The Child Development Research Area is a collection of researchers studying the cognitive, social, and emotional development of children from birth to adolescence.
Our studies encompass basic and applied research and our participants include typically developing children as well as children who have special needs (e.g., children with language disability, dyslexia, or who were born very prematurely). The areas of expertise within the group include: emotional development; language development, including in bilingual children; memory development; development of literacy skills and the development of social cognition. Our studies largely employ a multi-method approach spanning: neuroimaging and EEG; neuropsychological evaluation; behavioural methods; parental interview and teacher report.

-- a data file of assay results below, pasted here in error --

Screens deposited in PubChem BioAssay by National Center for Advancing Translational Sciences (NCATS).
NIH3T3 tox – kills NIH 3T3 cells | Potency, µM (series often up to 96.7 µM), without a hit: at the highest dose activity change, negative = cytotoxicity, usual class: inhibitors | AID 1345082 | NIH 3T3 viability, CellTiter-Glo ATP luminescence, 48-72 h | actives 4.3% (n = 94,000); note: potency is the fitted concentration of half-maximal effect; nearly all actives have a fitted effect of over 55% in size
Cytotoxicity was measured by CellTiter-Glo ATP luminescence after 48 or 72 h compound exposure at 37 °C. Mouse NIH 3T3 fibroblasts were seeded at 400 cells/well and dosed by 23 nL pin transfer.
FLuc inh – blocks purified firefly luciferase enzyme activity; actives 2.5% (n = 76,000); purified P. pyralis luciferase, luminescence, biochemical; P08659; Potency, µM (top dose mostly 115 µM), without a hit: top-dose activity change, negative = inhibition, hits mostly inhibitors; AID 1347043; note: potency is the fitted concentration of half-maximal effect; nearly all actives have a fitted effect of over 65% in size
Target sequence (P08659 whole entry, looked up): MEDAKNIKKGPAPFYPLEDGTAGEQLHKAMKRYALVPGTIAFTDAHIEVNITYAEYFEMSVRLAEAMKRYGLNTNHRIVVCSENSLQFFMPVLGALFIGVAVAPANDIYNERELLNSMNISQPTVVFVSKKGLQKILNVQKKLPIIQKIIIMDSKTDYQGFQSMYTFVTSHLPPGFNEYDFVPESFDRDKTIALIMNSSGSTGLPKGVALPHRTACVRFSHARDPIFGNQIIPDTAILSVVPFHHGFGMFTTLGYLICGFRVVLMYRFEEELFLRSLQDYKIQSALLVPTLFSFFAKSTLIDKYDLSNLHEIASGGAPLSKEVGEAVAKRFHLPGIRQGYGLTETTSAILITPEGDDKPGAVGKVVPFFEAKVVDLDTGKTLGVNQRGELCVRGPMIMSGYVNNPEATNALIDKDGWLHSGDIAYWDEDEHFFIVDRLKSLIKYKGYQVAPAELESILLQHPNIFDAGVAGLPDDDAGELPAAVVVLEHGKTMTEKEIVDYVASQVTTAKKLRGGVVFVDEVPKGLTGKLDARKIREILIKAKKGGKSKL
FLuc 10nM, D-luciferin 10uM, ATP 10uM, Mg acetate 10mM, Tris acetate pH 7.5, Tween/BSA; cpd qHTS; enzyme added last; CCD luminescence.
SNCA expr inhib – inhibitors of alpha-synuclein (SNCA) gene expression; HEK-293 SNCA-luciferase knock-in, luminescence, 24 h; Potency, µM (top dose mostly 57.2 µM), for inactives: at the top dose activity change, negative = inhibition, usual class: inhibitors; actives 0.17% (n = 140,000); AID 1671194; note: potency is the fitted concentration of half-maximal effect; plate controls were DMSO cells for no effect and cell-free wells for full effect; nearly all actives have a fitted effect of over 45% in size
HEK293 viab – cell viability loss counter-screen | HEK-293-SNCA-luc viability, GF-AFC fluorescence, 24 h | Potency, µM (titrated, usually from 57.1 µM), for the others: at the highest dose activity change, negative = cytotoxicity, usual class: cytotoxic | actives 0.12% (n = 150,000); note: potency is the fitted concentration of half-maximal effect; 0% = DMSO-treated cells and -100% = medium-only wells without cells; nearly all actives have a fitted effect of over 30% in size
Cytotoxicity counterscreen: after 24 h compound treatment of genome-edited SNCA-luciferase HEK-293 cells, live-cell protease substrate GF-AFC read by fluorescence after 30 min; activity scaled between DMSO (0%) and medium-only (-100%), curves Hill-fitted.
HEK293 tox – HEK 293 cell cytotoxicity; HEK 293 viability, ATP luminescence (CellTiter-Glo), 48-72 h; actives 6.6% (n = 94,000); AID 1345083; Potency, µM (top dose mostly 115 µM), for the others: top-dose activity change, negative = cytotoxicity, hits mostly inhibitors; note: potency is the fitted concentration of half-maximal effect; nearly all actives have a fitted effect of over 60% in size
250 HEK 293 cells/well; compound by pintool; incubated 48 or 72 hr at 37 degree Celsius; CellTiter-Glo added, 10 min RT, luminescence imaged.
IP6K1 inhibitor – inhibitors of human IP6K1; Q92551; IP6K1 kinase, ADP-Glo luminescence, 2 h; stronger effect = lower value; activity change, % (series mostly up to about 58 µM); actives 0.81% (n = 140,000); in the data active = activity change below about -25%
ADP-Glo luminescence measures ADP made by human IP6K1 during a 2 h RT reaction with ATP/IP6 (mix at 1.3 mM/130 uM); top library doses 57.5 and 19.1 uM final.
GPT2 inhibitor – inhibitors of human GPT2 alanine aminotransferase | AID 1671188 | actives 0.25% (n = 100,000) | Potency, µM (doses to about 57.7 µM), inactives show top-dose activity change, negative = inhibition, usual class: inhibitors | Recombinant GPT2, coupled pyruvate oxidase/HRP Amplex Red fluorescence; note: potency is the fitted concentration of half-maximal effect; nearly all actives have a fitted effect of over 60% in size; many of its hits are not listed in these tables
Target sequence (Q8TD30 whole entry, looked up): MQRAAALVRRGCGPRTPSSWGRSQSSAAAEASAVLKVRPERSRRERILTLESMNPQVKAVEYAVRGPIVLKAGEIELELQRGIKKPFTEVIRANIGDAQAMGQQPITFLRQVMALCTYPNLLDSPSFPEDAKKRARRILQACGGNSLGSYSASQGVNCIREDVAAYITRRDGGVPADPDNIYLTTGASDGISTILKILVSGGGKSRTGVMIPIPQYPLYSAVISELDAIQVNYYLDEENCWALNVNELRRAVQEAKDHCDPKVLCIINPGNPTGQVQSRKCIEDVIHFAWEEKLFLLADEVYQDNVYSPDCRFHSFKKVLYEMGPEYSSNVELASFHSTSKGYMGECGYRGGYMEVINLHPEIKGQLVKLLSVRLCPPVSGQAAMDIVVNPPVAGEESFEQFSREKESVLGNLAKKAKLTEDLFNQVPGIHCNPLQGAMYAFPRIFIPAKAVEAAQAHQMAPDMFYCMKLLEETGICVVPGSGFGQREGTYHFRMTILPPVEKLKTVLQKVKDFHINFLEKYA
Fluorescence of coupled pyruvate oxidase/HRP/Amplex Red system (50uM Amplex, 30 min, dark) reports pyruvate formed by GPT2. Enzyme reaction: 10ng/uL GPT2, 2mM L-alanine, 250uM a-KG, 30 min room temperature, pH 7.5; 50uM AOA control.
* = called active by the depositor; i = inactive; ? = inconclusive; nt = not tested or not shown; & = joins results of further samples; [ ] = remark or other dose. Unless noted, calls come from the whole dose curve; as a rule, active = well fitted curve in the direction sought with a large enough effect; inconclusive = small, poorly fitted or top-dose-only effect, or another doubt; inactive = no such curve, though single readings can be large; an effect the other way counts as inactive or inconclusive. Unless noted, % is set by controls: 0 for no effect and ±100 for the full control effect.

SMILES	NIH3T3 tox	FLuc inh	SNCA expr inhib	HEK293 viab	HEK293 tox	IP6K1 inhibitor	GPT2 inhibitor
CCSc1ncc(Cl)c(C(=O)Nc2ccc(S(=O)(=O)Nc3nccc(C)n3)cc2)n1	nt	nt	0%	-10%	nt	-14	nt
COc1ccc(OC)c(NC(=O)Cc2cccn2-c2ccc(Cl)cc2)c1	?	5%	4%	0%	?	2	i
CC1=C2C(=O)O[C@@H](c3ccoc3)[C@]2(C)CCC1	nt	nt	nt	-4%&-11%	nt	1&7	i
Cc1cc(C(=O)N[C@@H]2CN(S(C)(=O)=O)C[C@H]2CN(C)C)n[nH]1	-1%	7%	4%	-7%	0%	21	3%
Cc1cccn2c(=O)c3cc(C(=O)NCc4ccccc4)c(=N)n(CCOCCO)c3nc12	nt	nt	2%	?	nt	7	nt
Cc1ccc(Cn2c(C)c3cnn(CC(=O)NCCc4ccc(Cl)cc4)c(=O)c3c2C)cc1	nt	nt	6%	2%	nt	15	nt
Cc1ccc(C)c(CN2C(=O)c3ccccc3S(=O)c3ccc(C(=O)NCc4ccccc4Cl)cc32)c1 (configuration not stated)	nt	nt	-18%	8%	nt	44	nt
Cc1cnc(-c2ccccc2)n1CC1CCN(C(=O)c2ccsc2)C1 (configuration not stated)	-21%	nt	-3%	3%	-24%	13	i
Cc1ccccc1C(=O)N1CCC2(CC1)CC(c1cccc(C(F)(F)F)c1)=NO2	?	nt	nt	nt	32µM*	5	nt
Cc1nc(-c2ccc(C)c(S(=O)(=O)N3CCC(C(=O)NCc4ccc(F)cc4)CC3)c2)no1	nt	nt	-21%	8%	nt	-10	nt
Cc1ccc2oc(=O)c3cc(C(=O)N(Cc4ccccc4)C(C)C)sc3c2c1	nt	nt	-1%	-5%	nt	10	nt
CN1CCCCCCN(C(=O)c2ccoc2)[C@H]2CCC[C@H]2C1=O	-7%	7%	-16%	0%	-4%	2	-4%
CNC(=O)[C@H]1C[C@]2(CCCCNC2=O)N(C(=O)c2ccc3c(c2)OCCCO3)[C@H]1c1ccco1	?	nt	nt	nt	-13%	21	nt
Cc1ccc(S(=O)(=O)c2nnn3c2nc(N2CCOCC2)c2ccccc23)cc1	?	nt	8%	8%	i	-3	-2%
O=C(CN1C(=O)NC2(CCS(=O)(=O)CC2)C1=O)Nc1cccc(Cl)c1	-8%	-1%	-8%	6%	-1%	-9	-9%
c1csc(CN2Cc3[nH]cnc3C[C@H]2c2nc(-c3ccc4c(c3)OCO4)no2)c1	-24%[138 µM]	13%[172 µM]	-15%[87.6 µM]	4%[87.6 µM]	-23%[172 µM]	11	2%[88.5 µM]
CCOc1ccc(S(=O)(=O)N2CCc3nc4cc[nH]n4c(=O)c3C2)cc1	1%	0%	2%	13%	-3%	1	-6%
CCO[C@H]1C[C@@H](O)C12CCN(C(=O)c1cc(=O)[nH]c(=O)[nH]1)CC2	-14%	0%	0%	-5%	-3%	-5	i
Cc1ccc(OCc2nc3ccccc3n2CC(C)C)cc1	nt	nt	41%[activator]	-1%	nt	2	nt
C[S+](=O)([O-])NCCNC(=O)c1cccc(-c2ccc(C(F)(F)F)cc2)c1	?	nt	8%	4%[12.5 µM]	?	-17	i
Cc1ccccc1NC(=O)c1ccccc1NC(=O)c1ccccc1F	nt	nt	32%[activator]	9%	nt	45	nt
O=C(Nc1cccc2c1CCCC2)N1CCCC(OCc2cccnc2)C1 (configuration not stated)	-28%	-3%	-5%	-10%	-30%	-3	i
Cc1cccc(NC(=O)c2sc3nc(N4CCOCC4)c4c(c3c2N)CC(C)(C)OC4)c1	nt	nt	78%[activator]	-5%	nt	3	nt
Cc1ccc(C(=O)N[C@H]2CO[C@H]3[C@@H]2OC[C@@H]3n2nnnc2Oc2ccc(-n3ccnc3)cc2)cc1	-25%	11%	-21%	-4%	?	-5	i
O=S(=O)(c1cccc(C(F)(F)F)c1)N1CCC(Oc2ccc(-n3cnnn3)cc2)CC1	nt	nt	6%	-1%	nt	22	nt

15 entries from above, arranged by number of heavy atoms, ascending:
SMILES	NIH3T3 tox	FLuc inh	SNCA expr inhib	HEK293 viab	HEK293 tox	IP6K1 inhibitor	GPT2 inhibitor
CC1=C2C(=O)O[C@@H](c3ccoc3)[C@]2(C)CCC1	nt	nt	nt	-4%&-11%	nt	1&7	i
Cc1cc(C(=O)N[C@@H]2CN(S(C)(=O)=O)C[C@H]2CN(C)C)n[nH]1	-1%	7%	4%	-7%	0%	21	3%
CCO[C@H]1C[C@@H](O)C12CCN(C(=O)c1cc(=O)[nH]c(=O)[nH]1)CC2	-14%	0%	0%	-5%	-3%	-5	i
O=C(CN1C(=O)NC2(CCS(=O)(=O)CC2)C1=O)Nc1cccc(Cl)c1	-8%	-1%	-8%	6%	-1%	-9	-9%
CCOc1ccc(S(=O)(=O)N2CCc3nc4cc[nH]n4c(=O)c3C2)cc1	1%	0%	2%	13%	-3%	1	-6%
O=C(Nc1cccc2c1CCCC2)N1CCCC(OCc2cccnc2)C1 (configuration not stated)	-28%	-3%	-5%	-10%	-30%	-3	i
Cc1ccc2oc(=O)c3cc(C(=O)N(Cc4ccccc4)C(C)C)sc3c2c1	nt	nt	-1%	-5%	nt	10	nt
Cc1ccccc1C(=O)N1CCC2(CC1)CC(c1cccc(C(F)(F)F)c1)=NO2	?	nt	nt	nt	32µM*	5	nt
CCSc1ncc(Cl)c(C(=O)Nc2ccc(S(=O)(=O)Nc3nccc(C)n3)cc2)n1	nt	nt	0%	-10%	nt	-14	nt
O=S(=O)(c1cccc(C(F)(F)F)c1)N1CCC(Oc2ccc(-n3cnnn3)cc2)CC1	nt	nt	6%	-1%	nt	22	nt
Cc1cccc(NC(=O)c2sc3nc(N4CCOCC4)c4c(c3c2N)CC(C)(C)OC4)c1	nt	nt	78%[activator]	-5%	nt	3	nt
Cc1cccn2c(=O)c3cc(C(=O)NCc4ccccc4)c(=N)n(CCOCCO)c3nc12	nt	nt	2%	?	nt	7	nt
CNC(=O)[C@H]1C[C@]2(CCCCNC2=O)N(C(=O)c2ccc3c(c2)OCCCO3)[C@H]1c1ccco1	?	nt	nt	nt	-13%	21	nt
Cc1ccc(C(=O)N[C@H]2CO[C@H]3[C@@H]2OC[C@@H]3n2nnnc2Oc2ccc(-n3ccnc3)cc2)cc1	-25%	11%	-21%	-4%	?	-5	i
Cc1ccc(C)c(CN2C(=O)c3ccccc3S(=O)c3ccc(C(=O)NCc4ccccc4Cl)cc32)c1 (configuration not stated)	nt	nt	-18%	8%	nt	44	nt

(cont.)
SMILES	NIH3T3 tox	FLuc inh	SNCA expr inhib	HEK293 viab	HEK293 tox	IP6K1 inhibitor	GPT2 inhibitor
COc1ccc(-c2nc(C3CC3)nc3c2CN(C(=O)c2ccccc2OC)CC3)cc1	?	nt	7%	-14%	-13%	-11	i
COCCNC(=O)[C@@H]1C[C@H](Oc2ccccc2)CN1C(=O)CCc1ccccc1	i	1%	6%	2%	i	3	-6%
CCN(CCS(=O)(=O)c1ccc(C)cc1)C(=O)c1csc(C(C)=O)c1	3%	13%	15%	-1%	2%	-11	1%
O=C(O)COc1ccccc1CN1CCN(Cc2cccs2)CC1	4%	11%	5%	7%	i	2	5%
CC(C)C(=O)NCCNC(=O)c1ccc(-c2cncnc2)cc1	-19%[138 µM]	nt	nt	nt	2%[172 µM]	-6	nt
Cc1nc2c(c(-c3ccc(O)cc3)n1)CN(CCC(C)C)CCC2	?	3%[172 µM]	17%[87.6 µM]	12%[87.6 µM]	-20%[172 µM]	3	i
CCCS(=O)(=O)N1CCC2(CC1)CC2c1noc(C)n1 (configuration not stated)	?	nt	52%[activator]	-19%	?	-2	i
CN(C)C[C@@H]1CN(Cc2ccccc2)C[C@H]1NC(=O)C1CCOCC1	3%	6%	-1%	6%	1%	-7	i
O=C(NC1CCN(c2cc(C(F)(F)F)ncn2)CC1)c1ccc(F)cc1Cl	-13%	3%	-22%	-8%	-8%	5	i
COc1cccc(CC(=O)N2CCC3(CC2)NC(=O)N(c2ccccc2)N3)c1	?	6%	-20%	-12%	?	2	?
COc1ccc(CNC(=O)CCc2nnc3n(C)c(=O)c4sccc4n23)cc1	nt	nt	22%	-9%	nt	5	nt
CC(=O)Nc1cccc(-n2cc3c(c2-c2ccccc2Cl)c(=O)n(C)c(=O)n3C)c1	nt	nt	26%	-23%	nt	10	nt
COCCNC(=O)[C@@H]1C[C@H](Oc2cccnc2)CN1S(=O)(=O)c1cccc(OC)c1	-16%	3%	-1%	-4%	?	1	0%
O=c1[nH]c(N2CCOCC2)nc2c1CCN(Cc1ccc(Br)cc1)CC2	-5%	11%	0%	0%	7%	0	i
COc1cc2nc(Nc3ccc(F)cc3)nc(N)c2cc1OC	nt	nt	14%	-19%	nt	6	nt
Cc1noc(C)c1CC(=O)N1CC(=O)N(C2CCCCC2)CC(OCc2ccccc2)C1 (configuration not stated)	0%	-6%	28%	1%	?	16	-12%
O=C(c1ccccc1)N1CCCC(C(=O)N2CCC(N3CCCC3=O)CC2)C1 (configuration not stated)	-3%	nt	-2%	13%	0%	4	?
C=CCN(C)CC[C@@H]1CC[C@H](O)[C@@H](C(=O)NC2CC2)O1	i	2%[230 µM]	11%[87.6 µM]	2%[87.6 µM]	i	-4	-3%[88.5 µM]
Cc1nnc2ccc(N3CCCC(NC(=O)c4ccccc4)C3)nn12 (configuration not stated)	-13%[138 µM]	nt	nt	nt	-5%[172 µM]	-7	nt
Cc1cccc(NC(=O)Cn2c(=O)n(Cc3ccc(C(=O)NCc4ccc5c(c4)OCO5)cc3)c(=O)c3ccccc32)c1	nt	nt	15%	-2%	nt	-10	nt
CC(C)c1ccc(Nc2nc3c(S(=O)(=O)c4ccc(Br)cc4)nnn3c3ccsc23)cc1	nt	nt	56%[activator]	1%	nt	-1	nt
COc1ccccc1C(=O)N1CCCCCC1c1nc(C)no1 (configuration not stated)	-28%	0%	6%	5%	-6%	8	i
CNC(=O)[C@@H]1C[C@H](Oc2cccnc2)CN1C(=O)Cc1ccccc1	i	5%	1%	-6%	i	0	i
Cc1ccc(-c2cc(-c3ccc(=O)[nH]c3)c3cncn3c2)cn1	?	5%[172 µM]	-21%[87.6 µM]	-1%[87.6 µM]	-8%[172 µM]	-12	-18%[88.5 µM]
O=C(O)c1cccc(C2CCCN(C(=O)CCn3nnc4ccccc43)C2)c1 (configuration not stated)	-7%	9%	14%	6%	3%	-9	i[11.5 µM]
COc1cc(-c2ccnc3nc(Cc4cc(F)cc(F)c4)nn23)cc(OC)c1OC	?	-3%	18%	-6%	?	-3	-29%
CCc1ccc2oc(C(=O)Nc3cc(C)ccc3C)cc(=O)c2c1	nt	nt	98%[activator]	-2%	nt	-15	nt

The Child Development Research Area is part of the Brain and Cognition Research Group.
Find out more about our members by exploring their staff profiles.
Learn more about our research into emotional development.
Is it the job of parents to keep their children happy at all times? No, says Dr John Lambie. It is more important for mental health to validate negative emotions and trying to keep someone else happy can be a form of invalidation. What is emotional validation? Validation would be to say, for example, “You look sad” rather than the invalidating “Don’t be sad. Cheer up”. Lambie discusses research which shows that emotional validation leads to better emotional awareness and better mental health in children. Given increasing levels of poor mental health in children, this timely talk explains how parents can be more emotionally validating and why this matters.
This talk was part of a launch event for 'My First Emotions', a toolkit for helping parents teach young children about emotions and how to cope with them. Visit Dr John Lambie's profile page for more information on his research.